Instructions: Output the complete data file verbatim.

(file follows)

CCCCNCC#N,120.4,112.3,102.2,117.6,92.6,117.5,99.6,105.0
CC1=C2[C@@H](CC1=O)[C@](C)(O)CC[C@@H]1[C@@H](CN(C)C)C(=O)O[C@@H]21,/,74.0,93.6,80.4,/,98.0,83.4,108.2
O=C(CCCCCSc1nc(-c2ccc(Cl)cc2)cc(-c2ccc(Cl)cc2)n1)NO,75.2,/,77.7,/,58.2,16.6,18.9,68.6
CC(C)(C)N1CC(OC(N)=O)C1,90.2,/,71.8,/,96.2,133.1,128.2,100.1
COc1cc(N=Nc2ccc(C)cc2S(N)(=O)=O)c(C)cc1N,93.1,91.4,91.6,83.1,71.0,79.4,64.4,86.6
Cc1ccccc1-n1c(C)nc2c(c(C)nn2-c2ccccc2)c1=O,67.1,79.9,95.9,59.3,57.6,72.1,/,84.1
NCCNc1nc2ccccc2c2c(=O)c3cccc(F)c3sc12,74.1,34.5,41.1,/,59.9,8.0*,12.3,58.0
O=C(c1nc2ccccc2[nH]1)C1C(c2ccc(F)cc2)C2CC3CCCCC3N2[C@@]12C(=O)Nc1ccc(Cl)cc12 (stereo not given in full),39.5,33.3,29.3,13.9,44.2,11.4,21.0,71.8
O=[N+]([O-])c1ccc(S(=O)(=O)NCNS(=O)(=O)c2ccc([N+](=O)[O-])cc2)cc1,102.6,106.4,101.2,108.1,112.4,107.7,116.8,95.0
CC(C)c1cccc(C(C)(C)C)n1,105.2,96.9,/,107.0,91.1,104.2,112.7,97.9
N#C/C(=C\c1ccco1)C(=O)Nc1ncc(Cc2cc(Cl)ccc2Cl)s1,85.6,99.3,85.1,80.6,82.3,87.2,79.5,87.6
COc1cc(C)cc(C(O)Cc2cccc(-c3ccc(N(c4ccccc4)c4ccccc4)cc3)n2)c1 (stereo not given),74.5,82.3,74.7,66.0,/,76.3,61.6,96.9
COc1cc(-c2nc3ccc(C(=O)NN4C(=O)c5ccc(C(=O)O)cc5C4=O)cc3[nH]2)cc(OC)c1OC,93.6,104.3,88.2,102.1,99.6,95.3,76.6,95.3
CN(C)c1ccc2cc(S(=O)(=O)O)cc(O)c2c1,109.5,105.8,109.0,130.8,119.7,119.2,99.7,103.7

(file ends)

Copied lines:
CCCCNCC#N,120.4,112.3,102.2,117.6,92.6,117.5,99.6,105.0
CC1=C2[C@@H](CC1=O)[C@](C)(O)CC[C@@H]1[C@@H](CN(C)C)C(=O)O[C@@H]21,/,74.0,93.6,80.4,/,98.0,83.4,108.2
O=C(CCCCCSc1nc(-c2ccc(Cl)cc2)cc(-c2ccc(Cl)cc2)n1)NO,75.2,/,77.7,/,58.2,16.6,18.9,68.6
CC(C)(C)N1CC(OC(N)=O)C1,90.2,/,71.8,/,96.2,133.1,128.2,100.1
COc1cc(N=Nc2ccc(C)cc2S(N)(=O)=O)c(C)cc1N,93.1,91.4,91.6,83.1,71.0,79.4,64.4,86.6
Cc1ccccc1-n1c(C)nc2c(c(C)nn2-c2ccccc2)c1=O,67.1,79.9,95.9,59.3,57.6,72.1,/,84.1
NCCNc1nc2ccccc2c2c(=O)c3cccc(F)c3sc12,74.1,34.5,41.1,/,59.9,8.0*,12.3,58.0
O=C(c1nc2ccccc2[nH]1)C1C(c2ccc(F)cc2)C2CC3CCCCC3N2[C@@]12C(=O)Nc1ccc(Cl)cc12 (stereo not given in full),39.5,33.3,29.3,13.9,44.2,11.4,21.0,71.8
O=[N+]([O-])c1ccc(S(=O)(=O)NCNS(=O)(=O)c2ccc([N+](=O)[O-])cc2)cc1,102.6,106.4,101.2,108.1,112.4,107.7,116.8,95.0
CC(C)c1cccc(C(C)(C)C)n1,105.2,96.9,/,107.0,91.1,104.2,112.7,97.9
N#C/C(=C\c1ccco1)C(=O)Nc1ncc(Cc2cc(Cl)ccc2Cl)s1,85.6,99.3,85.1,80.6,82.3,87.2,79.5,87.6
COc1cc(C)cc(C(O)Cc2cccc(-c3ccc(N(c4ccccc4)c4ccccc4)cc3)n2)c1 (stereo not given),74.5,82.3,74.7,66.0,/,76.3,61.6,96.9
COc1cc(-c2nc3ccc(C(=O)NN4C(=O)c5ccc(C(=O)O)cc5C4=O)cc3[nH]2)cc(OC)c1OC,93.6,104.3,88.2,102.1,99.6,95.3,76.6,95.3
CN(C)c1ccc2cc(S(=O)(=O)O)cc(O)c2c1,109.5,105.8,109.0,130.8,119.7,119.2,99.7,103.7